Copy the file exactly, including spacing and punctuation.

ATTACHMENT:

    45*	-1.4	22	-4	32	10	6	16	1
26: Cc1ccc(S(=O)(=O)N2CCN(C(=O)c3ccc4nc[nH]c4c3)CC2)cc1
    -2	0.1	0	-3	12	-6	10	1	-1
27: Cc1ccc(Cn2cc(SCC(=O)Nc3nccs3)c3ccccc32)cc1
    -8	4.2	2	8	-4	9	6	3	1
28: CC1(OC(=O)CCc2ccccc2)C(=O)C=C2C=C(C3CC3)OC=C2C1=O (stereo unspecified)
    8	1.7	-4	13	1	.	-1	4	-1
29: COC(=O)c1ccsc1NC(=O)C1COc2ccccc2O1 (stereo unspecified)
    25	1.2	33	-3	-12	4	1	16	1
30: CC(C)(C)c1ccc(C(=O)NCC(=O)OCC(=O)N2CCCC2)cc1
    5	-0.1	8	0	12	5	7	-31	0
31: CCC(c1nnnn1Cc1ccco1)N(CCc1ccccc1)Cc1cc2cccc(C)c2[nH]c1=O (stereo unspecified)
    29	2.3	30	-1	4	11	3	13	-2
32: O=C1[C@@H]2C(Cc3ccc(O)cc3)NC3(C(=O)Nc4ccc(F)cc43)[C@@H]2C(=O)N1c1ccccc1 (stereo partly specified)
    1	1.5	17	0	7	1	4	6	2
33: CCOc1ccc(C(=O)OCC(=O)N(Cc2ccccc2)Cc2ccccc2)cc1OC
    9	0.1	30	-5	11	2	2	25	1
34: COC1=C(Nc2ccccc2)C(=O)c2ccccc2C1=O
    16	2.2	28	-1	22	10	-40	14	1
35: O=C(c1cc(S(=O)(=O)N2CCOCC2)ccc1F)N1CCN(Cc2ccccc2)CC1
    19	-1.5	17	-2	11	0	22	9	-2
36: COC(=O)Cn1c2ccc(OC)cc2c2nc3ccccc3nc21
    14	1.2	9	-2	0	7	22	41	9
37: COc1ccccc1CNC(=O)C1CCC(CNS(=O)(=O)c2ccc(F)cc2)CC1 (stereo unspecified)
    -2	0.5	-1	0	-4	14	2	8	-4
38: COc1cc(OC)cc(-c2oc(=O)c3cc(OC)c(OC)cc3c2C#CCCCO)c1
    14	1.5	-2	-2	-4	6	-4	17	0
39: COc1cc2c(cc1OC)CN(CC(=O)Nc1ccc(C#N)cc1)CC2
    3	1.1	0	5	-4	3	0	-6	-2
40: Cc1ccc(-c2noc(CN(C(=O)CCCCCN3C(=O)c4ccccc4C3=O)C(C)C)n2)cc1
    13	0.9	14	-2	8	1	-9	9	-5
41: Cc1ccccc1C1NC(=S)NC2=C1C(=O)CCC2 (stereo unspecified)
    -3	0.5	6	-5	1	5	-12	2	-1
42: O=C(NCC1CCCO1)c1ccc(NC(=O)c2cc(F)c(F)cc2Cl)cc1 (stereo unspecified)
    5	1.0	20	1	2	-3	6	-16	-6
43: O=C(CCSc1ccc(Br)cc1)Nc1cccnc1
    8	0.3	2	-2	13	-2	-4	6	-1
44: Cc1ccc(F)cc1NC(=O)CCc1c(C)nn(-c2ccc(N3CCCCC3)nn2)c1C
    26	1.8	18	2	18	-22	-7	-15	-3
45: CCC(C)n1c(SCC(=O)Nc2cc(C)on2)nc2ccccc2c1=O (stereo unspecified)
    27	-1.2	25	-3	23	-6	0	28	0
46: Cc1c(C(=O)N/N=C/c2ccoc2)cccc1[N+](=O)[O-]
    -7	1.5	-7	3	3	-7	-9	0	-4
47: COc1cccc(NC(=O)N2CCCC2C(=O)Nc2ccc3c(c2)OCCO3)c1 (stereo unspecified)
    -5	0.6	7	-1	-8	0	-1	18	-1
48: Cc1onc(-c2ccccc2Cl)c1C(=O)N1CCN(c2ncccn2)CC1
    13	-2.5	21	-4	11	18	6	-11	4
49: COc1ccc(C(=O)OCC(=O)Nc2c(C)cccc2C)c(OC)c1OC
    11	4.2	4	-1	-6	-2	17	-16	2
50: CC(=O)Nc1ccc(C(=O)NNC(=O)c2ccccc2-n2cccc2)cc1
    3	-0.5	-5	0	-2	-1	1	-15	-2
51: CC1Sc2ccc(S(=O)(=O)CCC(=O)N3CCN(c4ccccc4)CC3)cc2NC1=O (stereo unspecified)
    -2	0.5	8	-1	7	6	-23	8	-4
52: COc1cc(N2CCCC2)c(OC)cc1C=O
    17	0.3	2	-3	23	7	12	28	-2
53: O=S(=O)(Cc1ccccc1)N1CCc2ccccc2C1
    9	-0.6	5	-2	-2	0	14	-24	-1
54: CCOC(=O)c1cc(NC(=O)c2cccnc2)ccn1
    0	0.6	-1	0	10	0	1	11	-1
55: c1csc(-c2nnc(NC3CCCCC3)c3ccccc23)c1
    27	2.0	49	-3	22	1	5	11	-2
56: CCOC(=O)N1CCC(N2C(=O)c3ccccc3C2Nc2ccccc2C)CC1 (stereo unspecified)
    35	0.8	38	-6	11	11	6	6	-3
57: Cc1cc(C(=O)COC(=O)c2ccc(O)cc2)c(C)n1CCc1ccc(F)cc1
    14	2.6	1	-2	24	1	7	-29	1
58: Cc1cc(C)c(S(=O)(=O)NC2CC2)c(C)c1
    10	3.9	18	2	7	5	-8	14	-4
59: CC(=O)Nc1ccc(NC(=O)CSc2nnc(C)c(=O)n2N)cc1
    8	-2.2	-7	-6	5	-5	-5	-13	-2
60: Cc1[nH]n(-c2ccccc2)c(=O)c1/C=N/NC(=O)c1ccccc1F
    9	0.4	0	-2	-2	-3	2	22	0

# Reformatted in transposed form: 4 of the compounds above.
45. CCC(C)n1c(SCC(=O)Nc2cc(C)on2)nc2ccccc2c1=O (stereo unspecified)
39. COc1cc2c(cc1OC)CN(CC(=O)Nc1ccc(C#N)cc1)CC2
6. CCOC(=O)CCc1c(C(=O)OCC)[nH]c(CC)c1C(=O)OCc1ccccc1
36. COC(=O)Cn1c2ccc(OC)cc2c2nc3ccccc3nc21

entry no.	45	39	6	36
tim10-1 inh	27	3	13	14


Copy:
    45*	-1.4	22	-4	32	10	6	16	1
26: Cc1ccc(S(=O)(=O)N2CCN(C(=O)c3ccc4nc[nH]c4c3)CC2)cc1
    -2	0.1	0	-3	12	-6	10	1	-1
27: Cc1ccc(Cn2cc(SCC(=O)Nc3nccs3)c3ccccc32)cc1
    -8	4.2	2	8	-4	9	6	3	1
28: CC1(OC(=O)CCc2ccccc2)C(=O)C=C2C=C(C3CC3)OC=C2C1=O (stereo unspecified)
    8	1.7	-4	13	1	.	-1	4	-1
29: COC(=O)c1ccsc1NC(=O)C1COc2ccccc2O1 (stereo unspecified)
    25	1.2	33	-3	-12	4	1	16	1
30: CC(C)(C)c1ccc(C(=O)NCC(=O)OCC(=O)N2CCCC2)cc1
    5	-0.1	8	0	12	5	7	-31	0
31: CCC(c1nnnn1Cc1ccco1)N(CCc1ccccc1)Cc1cc2cccc(C)c2[nH]c1=O (stereo unspecified)
    29	2.3	30	-1	4	11	3	13	-2
32: O=C1[C@@H]2C(Cc3ccc(O)cc3)NC3(C(=O)Nc4ccc(F)cc43)[C@@H]2C(=O)N1c1ccccc1 (stereo partly specified)
    1	1.5	17	0	7	1	4	6	2
33: CCOc1ccc(C(=O)OCC(=O)N(Cc2ccccc2)Cc2ccccc2)cc1OC
    9	0.1	30	-5	11	2	2	25	1
34: COC1=C(Nc2ccccc2)C(=O)c2ccccc2C1=O
    16	2.2	28	-1	22	10	-40	14	1
35: O=C(c1cc(S(=O)(=O)N2CCOCC2)ccc1F)N1CCN(Cc2ccccc2)CC1
    19	-1.5	17	-2	11	0	22	9	-2
36: COC(=O)Cn1c2ccc(OC)cc2c2nc3ccccc3nc21
    14	1.2	9	-2	0	7	22	41	9
37: COc1ccccc1CNC(=O)C1CCC(CNS(=O)(=O)c2ccc(F)cc2)CC1 (stereo unspecified)
    -2	0.5	-1	0	-4	14	2	8	-4
38: COc1cc(OC)cc(-c2oc(=O)c3cc(OC)c(OC)cc3c2C#CCCCO)c1
    14	1.5	-2	-2	-4	6	-4	17	0
39: COc1cc2c(cc1OC)CN(CC(=O)Nc1ccc(C#N)cc1)CC2
    3	1.1	0	5	-4	3	0	-6	-2
40: Cc1ccc(-c2noc(CN(C(=O)CCCCCN3C(=O)c4ccccc4C3=O)C(C)C)n2)cc1
    13	0.9	14	-2	8	1	-9	9	-5
41: Cc1ccccc1C1NC(=S)NC2=C1C(=O)CCC2 (stereo unspecified)
    -3	0.5	6	-5	1	5	-12	2	-1
42: O=C(NCC1CCCO1)c1ccc(NC(=O)c2cc(F)c(F)cc2Cl)cc1 (stereo unspecified)
    5	1.0	20	1	2	-3	6	-16	-6
43: O=C(CCSc1ccc(Br)cc1)Nc1cccnc1
    8	0.3	2	-2	13	-2	-4	6	-1
44: Cc1ccc(F)cc1NC(=O)CCc1c(C)nn(-c2ccc(N3CCCCC3)nn2)c1C
    26	1.8	18	2	18	-22	-7	-15	-3
45: CCC(C)n1c(SCC(=O)Nc2cc(C)on2)nc2ccccc2c1=O (stereo unspecified)
    27	-1.2	25	-3	23	-6	0	28	0
46: Cc1c(C(=O)N/N=C/c2ccoc2)cccc1[N+](=O)[O-]
    -7	1.5	-7	3	3	-7	-9	0	-4
47: COc1cccc(NC(=O)N2CCCC2C(=O)Nc2ccc3c(c2)OCCO3)c1 (stereo unspecified)
    -5	0.6	7	-1	-8	0	-1	18	-1
48: Cc1onc(-c2ccccc2Cl)c1C(=O)N1CCN(c2ncccn2)CC1
    13	-2.5	21	-4	11	18	6	-11	4
49: COc1ccc(C(=O)OCC(=O)Nc2c(C)cccc2C)c(OC)c1OC
    11	4.2	4	-1	-6	-2	17	-16	2
50: CC(=O)Nc1ccc(C(=O)NNC(=O)c2ccccc2-n2cccc2)cc1
    3	-0.5	-5	0	-2	-1	1	-15	-2
51: CC1Sc2ccc(S(=O)(=O)CCC(=O)N3CCN(c4ccccc4)CC3)cc2NC1=O (stereo unspecified)
    -2	0.5	8	-1	7	6	-23	8	-4
52: COc1cc(N2CCCC2)c(OC)cc1C=O
    17	0.3	2	-3	23	7	12	28	-2
53: O=S(=O)(Cc1ccccc1)N1CCc2ccccc2C1
    9	-0.6	5	-2	-2	0	14	-24	-1
54: CCOC(=O)c1cc(NC(=O)c2cccnc2)ccn1
    0	0.6	-1	0	10	0	1	11	-1
55: c1csc(-c2nnc(NC3CCCCC3)c3ccccc23)c1
    27	2.0	49	-3	22	1	5	11	-2
56: CCOC(=O)N1CCC(N2C(=O)c3ccccc3C2Nc2ccccc2C)CC1 (stereo unspecified)
    35	0.8	38	-6	11	11	6	6	-3
57: Cc1cc(C(=O)COC(=O)c2ccc(O)cc2)c(C)n1CCc1ccc(F)cc1
    14	2.6	1	-2	24	1	7	-29	1
58: Cc1cc(C)c(S(=O)(=O)NC2CC2)c(C)c1
    10	3.9	18	2	7	5	-8	14	-4
59: CC(=O)Nc1ccc(NC(=O)CSc2nnc(C)c(=O)n2N)cc1
    8	-2.2	-7	-6	5	-5	-5	-13	-2
60: Cc1[nH]n(-c2ccccc2)c(=O)c1/C=N/NC(=O)c1ccccc1F
    9	0.4	0	-2	-2	-3	2	22	0

# Reformatted in transposed form: 4 of the compounds above.
45. CCC(C)n1c(SCC(=O)Nc2cc(C)on2)nc2ccccc2c1=O (stereo unspecified)
39. COc1cc2c(cc1OC)CN(CC(=O)Nc1ccc(C#N)cc1)CC2
6. CCOC(=O)CCc1c(C(=O)OCC)[nH]c(CC)c1C(=O)OCc1ccccc1
36. COC(=O)Cn1c2ccc(OC)cc2c2nc3ccccc3nc21

entry no.	45	39	6	36
tim10-1 inh	27	3	13	14